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Re^2: PMiltering fun

by Tanktalus (Canon)
on Jun 20, 2008 at 14:30 UTC ( #693169=note: print w/replies, xml ) Need Help??


in reply to Re: PMiltering fun
in thread PMiltering fun

The mydestination setting is fine if your destination list doesn't change. But, IMO, it suffers from the data-duplicated-multiple-times syndrome. I already have this information in my DNS, duplicating it somewhere else seems like a huge waste of scarce resources (that being my ability to remember to do this should I change my network topology).

I plan on inserting a spam filter, too, but last time I tried, email crawled to a halt because my poor machine couldn't keep up with it. This is kind of the first step in reclaiming that: by eliminating over 90% of the spam based on bad domain names, I will only need to check 10%. Even that will likely bring my P3-550 to a crawling halt, so I'm going to have to set up a distributed spam check (spamd running on another machine) somehow.

Running a caching bind server on a small machine vs caching my own lookups... hmm... ;-) I suspect that for this machine, it's cheaper in both CPU and RAM to cache inside my milter.

As for a rbl, I didn't really think of trying it until this. So thanks :-) (It makes me even more glad I posted this - I never would have imagined such a useful response, but I got it anyway.)

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Re^3: PMiltering fun
by mr_mischief (Monsignor) on Jun 23, 2008 at 16:06 UTC
    There are settings for Postfix to only accept mail for domains for which it is the MX record. That would solve that problem. The mydestination setting isn't duplicated data, though, because I can easily set up a non-public email domain for testing purposes. There are provisions in RFC 2821 for delivering to a machine with an A record with no MX record, too.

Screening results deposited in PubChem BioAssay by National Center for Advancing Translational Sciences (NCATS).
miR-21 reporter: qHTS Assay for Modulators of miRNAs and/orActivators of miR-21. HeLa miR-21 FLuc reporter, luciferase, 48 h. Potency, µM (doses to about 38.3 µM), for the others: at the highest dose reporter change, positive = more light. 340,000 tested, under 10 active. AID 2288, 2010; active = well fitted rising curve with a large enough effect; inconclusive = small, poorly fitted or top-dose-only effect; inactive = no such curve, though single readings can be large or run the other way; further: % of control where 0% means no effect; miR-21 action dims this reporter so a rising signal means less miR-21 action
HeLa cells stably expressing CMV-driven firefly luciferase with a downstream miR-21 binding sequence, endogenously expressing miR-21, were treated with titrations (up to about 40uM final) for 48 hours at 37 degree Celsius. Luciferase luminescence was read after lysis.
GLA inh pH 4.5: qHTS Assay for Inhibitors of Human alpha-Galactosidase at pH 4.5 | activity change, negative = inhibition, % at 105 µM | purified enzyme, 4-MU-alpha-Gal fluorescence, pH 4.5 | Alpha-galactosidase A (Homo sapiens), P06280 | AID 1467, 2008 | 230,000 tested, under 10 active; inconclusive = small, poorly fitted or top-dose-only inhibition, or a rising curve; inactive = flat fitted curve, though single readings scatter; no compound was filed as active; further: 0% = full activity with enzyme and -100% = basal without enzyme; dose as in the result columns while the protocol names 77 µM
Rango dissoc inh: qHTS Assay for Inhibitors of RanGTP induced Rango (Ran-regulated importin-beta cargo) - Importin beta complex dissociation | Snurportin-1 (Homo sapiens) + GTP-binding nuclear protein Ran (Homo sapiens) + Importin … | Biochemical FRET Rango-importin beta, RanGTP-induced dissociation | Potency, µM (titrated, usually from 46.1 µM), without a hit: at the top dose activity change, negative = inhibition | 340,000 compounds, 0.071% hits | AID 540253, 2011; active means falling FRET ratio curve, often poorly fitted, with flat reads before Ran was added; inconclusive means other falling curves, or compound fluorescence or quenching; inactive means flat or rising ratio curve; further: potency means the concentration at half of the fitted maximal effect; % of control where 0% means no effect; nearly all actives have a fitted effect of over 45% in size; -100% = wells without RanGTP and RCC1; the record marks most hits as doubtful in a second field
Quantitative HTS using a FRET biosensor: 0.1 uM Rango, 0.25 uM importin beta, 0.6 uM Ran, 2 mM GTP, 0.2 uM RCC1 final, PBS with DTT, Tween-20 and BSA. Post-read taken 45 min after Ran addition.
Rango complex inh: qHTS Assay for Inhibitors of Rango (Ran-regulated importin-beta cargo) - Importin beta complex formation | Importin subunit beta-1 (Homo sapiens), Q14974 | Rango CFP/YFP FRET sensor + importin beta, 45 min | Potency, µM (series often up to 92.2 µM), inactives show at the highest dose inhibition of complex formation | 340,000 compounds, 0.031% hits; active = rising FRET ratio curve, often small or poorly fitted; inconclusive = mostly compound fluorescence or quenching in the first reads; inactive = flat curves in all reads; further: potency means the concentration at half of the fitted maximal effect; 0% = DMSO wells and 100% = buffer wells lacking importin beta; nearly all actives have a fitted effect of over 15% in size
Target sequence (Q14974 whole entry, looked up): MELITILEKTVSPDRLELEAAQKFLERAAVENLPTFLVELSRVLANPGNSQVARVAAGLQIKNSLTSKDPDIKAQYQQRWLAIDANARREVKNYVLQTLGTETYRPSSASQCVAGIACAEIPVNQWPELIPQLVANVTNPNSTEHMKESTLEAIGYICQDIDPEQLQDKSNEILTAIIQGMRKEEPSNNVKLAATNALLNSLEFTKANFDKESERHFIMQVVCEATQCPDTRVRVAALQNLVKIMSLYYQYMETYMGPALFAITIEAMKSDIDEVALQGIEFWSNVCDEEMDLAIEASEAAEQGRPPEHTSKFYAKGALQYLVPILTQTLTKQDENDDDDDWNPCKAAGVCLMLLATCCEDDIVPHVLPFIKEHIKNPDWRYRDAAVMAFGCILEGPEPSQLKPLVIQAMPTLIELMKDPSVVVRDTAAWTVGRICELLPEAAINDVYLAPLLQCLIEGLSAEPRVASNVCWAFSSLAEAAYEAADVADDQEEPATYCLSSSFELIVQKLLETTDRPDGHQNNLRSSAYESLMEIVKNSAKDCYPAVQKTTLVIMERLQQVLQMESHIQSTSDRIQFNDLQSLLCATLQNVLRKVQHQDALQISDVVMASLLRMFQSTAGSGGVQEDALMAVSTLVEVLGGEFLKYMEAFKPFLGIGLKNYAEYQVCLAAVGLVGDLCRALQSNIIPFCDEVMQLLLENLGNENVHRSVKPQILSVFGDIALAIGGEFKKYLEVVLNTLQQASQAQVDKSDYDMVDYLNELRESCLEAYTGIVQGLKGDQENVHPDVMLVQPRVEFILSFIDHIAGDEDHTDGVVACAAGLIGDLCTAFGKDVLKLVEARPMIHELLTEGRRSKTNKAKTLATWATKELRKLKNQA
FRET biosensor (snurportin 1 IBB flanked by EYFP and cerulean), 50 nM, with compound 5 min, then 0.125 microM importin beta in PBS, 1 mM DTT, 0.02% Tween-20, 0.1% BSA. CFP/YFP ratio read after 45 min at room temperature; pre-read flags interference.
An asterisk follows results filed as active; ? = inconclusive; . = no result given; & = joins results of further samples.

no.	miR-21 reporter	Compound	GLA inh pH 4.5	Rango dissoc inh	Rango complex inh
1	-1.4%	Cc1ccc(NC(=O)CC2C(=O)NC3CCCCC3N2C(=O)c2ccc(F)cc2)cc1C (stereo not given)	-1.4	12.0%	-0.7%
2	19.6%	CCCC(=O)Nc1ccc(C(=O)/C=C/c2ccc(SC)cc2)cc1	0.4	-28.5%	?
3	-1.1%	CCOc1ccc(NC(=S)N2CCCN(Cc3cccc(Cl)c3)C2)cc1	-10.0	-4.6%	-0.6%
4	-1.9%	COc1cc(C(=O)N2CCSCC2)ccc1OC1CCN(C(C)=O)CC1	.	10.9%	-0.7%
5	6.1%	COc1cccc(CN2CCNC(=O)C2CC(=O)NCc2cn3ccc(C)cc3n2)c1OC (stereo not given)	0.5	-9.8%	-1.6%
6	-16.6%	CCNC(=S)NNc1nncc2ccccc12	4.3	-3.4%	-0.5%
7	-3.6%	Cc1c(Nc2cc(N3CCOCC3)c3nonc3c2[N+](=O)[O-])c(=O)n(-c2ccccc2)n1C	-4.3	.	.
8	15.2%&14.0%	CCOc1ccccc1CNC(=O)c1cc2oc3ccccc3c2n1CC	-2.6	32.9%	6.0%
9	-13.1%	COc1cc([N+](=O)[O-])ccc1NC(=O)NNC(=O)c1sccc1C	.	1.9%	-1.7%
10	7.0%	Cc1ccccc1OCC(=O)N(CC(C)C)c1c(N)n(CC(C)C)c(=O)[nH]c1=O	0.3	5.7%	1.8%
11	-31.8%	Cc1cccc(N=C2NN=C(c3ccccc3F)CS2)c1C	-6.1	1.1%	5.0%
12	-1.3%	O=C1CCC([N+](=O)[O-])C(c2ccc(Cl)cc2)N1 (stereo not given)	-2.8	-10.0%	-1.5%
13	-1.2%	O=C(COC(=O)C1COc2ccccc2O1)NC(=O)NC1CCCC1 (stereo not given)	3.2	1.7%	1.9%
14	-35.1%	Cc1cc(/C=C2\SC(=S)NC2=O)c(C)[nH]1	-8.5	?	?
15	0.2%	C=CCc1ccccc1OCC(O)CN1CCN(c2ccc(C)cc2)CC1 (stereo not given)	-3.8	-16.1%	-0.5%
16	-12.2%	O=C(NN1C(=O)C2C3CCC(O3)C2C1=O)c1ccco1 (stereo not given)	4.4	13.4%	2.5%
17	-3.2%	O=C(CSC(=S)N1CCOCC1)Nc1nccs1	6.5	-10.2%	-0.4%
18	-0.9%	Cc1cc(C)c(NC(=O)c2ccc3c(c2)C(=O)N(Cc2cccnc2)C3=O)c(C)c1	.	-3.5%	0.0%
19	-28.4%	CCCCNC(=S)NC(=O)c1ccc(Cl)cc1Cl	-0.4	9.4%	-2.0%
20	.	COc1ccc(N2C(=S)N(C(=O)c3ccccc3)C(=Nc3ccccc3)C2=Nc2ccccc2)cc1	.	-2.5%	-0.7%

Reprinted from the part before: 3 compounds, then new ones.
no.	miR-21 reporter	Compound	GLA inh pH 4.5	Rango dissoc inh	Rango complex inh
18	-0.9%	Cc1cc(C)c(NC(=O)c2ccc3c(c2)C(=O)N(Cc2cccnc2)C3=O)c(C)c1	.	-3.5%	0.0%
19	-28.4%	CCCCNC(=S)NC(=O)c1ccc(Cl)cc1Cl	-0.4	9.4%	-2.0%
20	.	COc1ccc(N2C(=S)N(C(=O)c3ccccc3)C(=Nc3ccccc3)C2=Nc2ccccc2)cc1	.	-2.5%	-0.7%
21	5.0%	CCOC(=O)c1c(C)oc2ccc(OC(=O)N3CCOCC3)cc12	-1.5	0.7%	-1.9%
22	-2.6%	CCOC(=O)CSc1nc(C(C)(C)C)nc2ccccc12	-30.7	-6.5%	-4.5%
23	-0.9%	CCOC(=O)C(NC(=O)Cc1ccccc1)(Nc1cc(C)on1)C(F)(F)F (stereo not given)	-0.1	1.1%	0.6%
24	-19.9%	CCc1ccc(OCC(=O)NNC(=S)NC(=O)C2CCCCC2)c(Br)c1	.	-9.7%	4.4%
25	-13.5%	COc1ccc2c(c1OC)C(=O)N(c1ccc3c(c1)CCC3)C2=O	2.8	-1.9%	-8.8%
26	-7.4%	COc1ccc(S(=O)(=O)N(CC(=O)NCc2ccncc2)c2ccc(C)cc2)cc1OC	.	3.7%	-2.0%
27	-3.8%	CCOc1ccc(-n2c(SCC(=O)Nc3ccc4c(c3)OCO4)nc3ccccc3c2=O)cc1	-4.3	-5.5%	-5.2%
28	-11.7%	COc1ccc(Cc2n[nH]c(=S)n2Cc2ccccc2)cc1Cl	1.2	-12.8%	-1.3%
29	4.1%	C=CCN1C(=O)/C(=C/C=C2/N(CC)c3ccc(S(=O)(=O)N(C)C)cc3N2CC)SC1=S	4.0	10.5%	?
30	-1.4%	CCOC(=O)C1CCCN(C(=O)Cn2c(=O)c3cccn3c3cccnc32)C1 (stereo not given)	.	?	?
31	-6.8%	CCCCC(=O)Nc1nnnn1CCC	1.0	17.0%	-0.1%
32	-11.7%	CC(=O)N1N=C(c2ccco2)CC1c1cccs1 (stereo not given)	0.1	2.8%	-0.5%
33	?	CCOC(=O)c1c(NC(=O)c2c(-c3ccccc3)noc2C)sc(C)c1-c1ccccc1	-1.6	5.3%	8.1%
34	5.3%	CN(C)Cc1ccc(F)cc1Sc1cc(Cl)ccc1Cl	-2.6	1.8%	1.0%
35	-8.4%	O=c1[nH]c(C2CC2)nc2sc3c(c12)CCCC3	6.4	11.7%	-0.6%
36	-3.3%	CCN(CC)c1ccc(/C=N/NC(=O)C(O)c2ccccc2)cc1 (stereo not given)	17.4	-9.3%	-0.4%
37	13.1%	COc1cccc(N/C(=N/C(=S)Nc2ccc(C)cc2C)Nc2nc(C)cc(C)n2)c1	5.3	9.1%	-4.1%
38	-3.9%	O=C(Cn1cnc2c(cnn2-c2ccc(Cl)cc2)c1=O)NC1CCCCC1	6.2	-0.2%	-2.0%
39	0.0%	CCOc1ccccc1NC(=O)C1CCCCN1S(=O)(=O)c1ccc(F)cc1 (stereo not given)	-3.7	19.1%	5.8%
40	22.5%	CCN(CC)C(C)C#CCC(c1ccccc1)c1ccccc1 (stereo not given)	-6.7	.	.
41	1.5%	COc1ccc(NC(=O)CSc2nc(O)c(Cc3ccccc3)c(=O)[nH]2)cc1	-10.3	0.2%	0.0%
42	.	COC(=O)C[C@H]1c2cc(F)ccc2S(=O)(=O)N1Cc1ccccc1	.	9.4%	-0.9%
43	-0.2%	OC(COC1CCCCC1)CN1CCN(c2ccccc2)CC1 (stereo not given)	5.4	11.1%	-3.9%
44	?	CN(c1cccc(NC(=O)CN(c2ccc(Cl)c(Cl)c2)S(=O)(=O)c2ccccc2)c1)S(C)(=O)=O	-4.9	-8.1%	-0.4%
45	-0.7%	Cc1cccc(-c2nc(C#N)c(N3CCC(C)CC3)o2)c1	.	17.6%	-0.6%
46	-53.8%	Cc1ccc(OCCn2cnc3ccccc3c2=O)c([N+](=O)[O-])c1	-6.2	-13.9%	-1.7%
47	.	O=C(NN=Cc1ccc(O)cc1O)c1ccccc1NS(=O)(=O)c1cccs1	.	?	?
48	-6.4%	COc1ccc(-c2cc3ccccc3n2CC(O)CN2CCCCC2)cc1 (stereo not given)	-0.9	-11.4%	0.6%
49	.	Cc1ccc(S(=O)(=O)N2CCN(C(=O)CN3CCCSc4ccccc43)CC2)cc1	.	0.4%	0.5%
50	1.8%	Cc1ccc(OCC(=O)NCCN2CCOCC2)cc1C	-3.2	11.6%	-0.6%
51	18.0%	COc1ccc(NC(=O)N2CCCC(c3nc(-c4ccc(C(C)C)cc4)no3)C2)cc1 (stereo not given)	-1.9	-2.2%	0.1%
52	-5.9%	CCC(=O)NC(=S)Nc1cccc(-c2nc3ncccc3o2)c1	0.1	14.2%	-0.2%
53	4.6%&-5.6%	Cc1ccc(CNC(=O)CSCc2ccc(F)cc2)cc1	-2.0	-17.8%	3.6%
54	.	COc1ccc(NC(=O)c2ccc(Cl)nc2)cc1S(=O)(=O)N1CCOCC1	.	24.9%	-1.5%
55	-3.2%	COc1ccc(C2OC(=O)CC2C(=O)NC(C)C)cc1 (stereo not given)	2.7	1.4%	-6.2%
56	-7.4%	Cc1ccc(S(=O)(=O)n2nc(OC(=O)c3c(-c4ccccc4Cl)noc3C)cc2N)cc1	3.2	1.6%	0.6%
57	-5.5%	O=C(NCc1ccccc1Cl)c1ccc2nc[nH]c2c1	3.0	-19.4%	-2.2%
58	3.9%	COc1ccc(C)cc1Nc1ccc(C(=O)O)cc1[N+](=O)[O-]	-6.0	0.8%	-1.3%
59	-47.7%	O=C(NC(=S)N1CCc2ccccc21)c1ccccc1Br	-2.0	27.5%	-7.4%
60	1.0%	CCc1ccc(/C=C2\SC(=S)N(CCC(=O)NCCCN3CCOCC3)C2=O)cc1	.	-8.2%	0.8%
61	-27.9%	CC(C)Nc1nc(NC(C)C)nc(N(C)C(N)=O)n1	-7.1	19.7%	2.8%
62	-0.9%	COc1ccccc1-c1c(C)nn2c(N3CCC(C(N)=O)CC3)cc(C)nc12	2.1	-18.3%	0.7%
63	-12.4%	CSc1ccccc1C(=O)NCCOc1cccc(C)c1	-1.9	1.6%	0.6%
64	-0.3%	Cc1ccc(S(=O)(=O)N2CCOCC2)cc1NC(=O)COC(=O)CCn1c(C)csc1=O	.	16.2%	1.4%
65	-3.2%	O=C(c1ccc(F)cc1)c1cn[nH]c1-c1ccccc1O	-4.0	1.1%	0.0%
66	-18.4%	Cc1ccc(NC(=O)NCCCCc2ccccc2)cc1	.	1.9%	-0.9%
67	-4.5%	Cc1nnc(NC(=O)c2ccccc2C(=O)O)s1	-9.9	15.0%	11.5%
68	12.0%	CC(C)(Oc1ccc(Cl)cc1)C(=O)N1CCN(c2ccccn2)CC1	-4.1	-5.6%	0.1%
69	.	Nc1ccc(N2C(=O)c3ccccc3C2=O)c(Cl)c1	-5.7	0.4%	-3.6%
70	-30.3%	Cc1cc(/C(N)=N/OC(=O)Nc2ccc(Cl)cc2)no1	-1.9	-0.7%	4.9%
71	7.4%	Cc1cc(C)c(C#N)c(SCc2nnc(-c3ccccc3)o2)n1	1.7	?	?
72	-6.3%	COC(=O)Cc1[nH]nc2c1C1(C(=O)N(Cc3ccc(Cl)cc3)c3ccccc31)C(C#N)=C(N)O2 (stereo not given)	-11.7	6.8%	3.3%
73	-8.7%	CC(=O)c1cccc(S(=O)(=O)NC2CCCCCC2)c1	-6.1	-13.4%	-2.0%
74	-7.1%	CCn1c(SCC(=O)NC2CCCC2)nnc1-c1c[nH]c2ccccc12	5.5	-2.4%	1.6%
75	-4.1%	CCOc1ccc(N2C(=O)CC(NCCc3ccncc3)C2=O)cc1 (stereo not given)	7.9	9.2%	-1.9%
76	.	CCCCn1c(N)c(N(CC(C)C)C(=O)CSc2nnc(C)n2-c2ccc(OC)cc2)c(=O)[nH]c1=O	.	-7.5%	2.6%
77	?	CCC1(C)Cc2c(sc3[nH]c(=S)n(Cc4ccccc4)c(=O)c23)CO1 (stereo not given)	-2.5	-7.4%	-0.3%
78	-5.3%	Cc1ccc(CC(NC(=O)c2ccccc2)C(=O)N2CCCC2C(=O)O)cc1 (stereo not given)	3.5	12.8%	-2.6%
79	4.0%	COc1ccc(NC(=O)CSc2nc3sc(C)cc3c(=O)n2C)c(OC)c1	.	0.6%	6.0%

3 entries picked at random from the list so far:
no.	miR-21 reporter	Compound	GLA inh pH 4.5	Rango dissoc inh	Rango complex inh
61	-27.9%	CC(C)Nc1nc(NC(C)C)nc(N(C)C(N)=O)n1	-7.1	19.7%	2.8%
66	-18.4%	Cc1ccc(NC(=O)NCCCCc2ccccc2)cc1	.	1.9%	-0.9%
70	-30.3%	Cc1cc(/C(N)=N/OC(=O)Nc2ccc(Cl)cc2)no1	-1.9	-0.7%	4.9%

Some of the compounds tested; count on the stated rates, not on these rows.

If you really want robust spam filtering in Perl, you could install amavisd-new as your MX-receiving SMTP server and forward mail that passes to Postfix. I recommend having a spam address and a ham address that amavis uses for Bayesian learning. Configure that anything coming from your Postfix outbound SMTP server to Amavis at those addresses gets processed accordingly, and then training your Bayesian filter is as simple as forwarding mail.

    The most successful anti-spam technique I've ever found, though, is to keep track of the number of invalid recipients from particular blocks of addresses, typically /24 blocks. You can measure in percentages of overall "RCPT TO" requests that fail, or a threshold of failed receipts per hour/day. Then, you can reject mail at the SMTP level from those blocks or, like I did, reject or drop packets with iptables or ipfilter from those blocks on your MX server. The configuration for either Postfix or iptables is easy to wrap in Perl. (So are amavis, shorewall, and more, of course). Be sure to have a list of exceptions, though, because you might not want to cut yourself off from AOL, Yahoo, and other public email sites (I couldn't, using this for a commercial ISP). AOL has a list of all the ranges their outgoing email servers use, though, so they're pretty easy.

    Dropping at the packet level does break a few RFCs, the one I can recall presently being the section of RFC 2821 that each domain and host that accepts or routes mail should have a reachable postmaster address despite filtering (which almost nobody follows anyway, since sending to "postmaster" then just becomes an easy way to spam). The really accepted way to do it, though, is to return a 554 policy error with text like "Your network block has been spamming this server."

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